(A Shared Post) – What Parents of Special Needs Kids Want the World to Know

Nearly 5 months after completion of a TPO resection,  Savanna is doing well.

She is taking steps, she is engaging in the world around her.  She is having periods of self-regulated behavior.  It is wonderful, pure and simple.  Here is a video of just how pure and simply wonderful it is at times.

Now I think to myself,  “Wow! Maybe she could actually be well enough to ride the little bus (dare I say the big bus)!”  There was a time, when that did not seem like a real possibility.

It is not all roses with Savanna though, as is true in most households with small children.  She still struggles to regulate herself at times.   I struggle to effectively help her.  When this problem unexpectedly goes on for hours, it is overwhelming and exhausting.  There are no pictures or video of these times.

It takes all the patience you can muster sometimes.  Just when you think she deliberately picked up the widget and put it in a container, you realize…well, hmmm, we need to keep working on that.

And then there is Austin, our control sample.  I stop and take a moment away from Savanna.  And, I find Austin carefully populating the divided sections of his hi-chair tray with cereal – sorted by type and color – after I hastily dumped a few handfuls of several types of cereal in a pile, in the middle of the tray.  He does this without any initiation from me or unwitting leadership from his brothers.  He just does it naturally.

The healthy, natural, normal brain is a wonderful thing to see.

I work daily at carefully choosing the best steps to take down an unlit path with Savanna.  I feel most days I make good choices, and others, well, let’s just say I step in ‘it’.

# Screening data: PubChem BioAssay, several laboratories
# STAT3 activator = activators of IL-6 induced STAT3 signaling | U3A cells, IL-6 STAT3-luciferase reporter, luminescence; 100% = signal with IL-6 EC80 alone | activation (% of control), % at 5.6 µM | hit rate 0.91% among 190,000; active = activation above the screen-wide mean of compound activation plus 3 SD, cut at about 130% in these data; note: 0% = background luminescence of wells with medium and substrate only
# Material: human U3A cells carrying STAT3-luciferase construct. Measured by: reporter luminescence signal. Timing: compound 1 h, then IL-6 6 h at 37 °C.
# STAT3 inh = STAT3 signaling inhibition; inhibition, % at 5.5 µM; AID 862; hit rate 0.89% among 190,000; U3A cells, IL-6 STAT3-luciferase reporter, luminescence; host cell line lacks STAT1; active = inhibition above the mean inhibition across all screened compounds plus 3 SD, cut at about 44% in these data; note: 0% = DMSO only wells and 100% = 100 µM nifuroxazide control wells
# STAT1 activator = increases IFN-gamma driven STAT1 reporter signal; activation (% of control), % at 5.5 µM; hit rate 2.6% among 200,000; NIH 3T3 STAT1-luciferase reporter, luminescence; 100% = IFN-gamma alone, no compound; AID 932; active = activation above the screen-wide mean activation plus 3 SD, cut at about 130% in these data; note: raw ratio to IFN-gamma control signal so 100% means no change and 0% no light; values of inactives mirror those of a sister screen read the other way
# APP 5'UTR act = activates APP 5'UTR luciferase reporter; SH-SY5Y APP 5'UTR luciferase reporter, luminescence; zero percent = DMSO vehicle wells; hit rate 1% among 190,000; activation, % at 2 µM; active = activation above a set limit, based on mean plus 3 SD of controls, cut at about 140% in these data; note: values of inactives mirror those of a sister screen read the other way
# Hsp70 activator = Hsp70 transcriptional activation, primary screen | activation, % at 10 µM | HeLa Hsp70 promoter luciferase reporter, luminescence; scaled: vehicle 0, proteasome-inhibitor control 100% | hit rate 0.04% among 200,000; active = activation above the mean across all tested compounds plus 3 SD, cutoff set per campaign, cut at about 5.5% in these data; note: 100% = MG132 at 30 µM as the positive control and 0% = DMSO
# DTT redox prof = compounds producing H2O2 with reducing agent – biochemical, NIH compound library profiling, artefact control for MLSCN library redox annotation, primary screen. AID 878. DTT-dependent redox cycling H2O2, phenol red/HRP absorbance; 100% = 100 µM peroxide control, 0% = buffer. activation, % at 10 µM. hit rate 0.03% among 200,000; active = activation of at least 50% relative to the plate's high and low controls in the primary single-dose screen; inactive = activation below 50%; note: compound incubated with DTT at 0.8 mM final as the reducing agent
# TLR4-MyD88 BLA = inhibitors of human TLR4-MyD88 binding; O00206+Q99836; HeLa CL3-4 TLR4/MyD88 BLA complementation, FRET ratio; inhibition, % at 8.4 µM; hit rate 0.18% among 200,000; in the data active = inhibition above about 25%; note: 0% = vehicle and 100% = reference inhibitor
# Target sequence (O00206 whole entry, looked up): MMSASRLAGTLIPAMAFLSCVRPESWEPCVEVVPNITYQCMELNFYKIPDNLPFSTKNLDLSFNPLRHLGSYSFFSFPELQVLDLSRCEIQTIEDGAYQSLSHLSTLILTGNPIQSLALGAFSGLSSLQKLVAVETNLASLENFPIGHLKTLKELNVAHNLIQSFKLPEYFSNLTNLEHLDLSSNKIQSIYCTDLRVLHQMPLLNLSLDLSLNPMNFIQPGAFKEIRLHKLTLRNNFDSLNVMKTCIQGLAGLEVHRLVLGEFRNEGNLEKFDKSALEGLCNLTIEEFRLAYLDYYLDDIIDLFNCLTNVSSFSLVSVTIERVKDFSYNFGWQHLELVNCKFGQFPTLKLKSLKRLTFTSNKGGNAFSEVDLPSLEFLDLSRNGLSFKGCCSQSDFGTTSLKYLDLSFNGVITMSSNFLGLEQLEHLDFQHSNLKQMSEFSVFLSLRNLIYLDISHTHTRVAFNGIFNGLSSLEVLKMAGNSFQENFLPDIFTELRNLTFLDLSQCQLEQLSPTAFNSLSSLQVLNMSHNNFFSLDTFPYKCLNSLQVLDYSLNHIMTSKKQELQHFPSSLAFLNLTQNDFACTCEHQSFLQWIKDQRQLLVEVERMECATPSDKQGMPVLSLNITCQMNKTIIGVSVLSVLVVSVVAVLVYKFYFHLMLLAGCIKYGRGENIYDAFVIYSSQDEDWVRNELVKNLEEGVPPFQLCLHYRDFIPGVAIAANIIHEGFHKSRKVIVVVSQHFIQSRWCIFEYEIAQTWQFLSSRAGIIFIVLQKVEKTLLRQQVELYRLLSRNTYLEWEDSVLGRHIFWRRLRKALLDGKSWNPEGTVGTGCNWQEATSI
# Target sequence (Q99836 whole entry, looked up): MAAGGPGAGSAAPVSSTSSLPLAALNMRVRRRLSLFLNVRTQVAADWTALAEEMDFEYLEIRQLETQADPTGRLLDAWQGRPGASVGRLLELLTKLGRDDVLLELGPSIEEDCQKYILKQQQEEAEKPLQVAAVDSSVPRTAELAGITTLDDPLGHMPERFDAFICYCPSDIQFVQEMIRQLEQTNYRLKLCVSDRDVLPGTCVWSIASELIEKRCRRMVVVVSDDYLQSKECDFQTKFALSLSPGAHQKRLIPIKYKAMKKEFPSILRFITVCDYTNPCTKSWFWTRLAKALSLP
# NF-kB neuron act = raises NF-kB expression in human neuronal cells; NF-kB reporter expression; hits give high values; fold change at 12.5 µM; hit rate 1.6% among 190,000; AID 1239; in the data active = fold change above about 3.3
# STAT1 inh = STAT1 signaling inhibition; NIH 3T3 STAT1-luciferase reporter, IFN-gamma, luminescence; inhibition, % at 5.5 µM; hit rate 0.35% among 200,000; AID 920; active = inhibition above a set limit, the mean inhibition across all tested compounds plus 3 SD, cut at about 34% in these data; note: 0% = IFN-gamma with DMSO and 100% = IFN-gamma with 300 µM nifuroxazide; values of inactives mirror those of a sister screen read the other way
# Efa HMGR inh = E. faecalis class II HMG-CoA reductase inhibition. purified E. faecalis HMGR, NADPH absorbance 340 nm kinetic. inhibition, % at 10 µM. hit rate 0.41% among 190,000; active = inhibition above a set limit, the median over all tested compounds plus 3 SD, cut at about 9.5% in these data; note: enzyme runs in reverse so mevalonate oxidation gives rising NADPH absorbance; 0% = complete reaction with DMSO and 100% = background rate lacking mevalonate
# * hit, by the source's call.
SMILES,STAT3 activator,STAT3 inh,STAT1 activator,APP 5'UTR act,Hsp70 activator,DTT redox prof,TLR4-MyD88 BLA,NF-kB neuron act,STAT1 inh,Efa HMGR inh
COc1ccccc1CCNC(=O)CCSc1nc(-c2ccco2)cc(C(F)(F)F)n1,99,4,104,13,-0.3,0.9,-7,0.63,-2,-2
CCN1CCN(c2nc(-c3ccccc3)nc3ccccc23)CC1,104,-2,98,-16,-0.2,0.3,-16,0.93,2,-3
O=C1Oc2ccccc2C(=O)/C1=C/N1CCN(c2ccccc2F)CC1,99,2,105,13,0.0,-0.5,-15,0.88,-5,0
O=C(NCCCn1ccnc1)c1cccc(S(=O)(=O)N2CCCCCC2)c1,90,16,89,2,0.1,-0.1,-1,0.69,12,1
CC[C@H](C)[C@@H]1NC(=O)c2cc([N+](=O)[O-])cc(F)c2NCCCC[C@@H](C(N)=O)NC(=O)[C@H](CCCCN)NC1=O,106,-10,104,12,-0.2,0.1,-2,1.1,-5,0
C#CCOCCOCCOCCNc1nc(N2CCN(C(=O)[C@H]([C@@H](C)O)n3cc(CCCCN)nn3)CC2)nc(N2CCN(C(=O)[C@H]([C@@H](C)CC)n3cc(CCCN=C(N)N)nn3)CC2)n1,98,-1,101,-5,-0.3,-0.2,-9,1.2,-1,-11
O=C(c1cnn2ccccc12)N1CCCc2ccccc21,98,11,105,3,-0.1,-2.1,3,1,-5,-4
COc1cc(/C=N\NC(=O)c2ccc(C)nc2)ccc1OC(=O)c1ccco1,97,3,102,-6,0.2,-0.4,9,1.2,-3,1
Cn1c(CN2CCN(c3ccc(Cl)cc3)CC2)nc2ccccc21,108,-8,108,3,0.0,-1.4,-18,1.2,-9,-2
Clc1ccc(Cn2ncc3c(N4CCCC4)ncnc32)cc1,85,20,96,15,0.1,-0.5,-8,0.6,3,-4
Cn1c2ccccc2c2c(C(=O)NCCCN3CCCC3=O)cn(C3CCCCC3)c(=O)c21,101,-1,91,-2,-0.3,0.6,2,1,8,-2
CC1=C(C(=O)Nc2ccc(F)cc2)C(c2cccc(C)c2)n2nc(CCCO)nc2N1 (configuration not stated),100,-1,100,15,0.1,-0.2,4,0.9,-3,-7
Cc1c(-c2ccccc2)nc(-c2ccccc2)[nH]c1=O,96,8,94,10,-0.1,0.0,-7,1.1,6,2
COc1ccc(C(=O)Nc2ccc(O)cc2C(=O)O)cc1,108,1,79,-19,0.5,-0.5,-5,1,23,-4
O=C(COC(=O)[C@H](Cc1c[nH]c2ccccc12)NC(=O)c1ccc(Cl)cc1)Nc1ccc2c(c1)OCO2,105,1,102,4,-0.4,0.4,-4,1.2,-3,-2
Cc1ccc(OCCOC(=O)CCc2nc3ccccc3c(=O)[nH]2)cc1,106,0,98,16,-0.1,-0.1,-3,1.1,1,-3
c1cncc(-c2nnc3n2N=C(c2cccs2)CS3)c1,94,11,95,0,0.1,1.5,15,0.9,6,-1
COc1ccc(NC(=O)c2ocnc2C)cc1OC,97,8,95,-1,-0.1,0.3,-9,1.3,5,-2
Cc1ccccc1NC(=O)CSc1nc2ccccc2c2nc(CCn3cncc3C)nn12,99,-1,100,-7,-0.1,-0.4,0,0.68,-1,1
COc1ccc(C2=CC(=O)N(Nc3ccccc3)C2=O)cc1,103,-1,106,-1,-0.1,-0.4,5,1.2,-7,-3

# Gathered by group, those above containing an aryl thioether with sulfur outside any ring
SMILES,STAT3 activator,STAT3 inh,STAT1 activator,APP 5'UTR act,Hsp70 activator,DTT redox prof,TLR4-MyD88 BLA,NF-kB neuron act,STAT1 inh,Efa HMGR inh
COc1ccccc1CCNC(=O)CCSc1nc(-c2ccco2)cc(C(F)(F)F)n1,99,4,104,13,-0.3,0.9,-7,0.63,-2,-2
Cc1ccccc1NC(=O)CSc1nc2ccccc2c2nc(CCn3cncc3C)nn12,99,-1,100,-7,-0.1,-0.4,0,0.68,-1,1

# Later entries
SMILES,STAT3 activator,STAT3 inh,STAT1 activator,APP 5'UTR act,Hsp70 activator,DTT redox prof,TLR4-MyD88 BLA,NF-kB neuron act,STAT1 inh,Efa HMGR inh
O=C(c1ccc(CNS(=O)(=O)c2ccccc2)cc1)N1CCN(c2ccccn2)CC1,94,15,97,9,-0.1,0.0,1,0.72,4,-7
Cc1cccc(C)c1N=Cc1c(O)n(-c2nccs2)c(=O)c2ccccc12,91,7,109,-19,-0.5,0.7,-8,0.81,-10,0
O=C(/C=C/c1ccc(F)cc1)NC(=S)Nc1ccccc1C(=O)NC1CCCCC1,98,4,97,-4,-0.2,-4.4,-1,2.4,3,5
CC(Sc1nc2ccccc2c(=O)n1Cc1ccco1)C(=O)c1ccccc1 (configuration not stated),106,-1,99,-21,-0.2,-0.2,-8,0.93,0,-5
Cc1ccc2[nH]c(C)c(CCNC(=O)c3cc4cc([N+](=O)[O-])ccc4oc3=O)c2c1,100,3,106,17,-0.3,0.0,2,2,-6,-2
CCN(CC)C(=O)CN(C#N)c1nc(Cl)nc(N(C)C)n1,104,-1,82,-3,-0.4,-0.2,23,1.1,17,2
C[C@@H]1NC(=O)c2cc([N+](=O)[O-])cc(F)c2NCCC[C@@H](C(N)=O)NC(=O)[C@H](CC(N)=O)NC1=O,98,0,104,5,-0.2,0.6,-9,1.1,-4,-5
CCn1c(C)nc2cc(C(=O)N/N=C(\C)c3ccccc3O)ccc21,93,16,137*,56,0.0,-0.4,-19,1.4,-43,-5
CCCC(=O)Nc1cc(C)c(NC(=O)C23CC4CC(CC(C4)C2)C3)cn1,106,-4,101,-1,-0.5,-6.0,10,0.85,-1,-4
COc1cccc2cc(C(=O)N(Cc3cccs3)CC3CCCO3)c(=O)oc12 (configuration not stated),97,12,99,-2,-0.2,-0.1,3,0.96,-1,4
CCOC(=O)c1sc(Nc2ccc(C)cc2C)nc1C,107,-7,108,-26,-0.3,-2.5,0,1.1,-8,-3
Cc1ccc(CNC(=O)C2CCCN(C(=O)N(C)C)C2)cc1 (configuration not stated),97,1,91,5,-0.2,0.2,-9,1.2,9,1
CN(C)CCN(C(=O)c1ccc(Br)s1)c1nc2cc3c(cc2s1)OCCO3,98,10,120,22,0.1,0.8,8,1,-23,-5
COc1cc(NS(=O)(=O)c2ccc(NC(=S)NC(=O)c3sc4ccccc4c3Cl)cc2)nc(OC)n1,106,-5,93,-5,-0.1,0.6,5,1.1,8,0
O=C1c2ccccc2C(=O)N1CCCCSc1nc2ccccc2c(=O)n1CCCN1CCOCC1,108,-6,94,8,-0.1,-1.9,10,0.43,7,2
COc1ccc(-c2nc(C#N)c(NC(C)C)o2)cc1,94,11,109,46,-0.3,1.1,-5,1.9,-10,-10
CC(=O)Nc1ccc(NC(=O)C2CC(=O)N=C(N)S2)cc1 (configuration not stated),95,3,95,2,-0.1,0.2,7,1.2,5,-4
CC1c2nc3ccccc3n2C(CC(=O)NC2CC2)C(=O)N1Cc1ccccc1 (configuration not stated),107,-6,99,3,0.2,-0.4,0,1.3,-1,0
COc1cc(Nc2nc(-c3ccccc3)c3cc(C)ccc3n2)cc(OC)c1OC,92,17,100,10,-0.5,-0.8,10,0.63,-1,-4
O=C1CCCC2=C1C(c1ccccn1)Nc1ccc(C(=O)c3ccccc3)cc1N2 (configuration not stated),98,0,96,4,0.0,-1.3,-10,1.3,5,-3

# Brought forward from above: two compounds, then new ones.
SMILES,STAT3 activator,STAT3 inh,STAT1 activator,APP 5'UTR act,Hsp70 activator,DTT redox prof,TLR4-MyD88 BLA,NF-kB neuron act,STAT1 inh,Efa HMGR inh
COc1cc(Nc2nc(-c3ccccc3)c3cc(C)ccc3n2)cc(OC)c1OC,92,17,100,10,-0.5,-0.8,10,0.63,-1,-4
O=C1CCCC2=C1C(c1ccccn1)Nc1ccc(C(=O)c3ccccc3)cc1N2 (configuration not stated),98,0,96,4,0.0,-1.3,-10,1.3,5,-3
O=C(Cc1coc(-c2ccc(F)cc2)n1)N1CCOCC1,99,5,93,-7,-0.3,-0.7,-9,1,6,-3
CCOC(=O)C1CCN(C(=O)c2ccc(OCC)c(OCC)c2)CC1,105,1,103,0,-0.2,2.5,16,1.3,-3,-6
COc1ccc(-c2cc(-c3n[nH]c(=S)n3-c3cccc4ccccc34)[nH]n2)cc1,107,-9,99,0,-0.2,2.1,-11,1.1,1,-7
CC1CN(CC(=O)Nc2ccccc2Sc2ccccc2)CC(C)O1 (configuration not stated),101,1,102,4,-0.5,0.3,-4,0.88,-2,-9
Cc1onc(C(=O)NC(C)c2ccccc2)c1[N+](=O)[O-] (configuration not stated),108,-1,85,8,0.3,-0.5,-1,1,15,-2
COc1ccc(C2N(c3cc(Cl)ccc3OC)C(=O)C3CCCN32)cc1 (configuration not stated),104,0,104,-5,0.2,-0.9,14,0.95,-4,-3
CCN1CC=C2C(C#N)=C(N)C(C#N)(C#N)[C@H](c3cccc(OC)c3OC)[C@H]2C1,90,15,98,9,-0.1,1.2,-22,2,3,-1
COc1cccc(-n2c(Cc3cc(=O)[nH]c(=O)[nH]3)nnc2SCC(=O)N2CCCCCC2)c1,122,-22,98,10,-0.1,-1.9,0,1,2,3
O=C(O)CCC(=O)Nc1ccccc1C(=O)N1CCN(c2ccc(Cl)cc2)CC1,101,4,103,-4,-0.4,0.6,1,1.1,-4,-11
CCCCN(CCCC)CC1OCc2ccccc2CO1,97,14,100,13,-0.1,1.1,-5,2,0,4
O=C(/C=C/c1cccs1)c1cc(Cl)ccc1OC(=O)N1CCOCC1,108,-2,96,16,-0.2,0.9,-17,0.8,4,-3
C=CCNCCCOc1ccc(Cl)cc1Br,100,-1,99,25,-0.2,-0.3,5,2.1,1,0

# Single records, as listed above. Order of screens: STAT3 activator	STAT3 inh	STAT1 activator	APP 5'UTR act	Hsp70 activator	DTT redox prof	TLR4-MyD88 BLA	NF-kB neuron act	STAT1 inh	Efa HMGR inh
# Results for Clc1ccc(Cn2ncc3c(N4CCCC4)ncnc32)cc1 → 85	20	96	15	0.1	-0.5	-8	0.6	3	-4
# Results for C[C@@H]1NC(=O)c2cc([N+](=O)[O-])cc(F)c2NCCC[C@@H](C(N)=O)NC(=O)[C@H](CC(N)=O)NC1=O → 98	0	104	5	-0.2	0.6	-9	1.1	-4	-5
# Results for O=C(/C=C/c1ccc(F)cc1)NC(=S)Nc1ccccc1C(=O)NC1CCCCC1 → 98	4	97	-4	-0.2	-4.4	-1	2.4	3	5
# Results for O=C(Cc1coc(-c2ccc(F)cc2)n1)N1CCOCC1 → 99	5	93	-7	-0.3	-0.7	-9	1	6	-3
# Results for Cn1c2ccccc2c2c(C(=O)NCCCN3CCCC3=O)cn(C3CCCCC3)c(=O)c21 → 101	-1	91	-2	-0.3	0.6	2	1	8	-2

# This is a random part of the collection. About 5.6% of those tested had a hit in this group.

2013 August-7256

Sometimes I sit down try to write about what I would like to tell others about being a parent to a special needs child.  But the words get tangled and the thoughts misconstrued.  Here is a link to a post written about this subject by a mom in our church.  Savanna is still quite young and her ultimate outcome is still largely unknown as are the challenges she may face in the near future.  I relate to her post, on many levels.  Perhaps Savanna’s young age coupled with the aggressive resection have altered her life dramatically.  And, maybe I won’t have to experience some of the feelings she describes.

As a final thought… God allowed us to choose Houston as our new home.  He did this knowing we would receive the right care for Savanna.  And we have realized such care.  He did this knowing we would meet wonderful neighbors.  And we have met such neighbors.  He allowed this knowing we would be surrounded by people who care and want to help.  We feel blessed.

I encourage you all to read her post.

What Parents of Special Needs Kids Want the World to Know.

-ken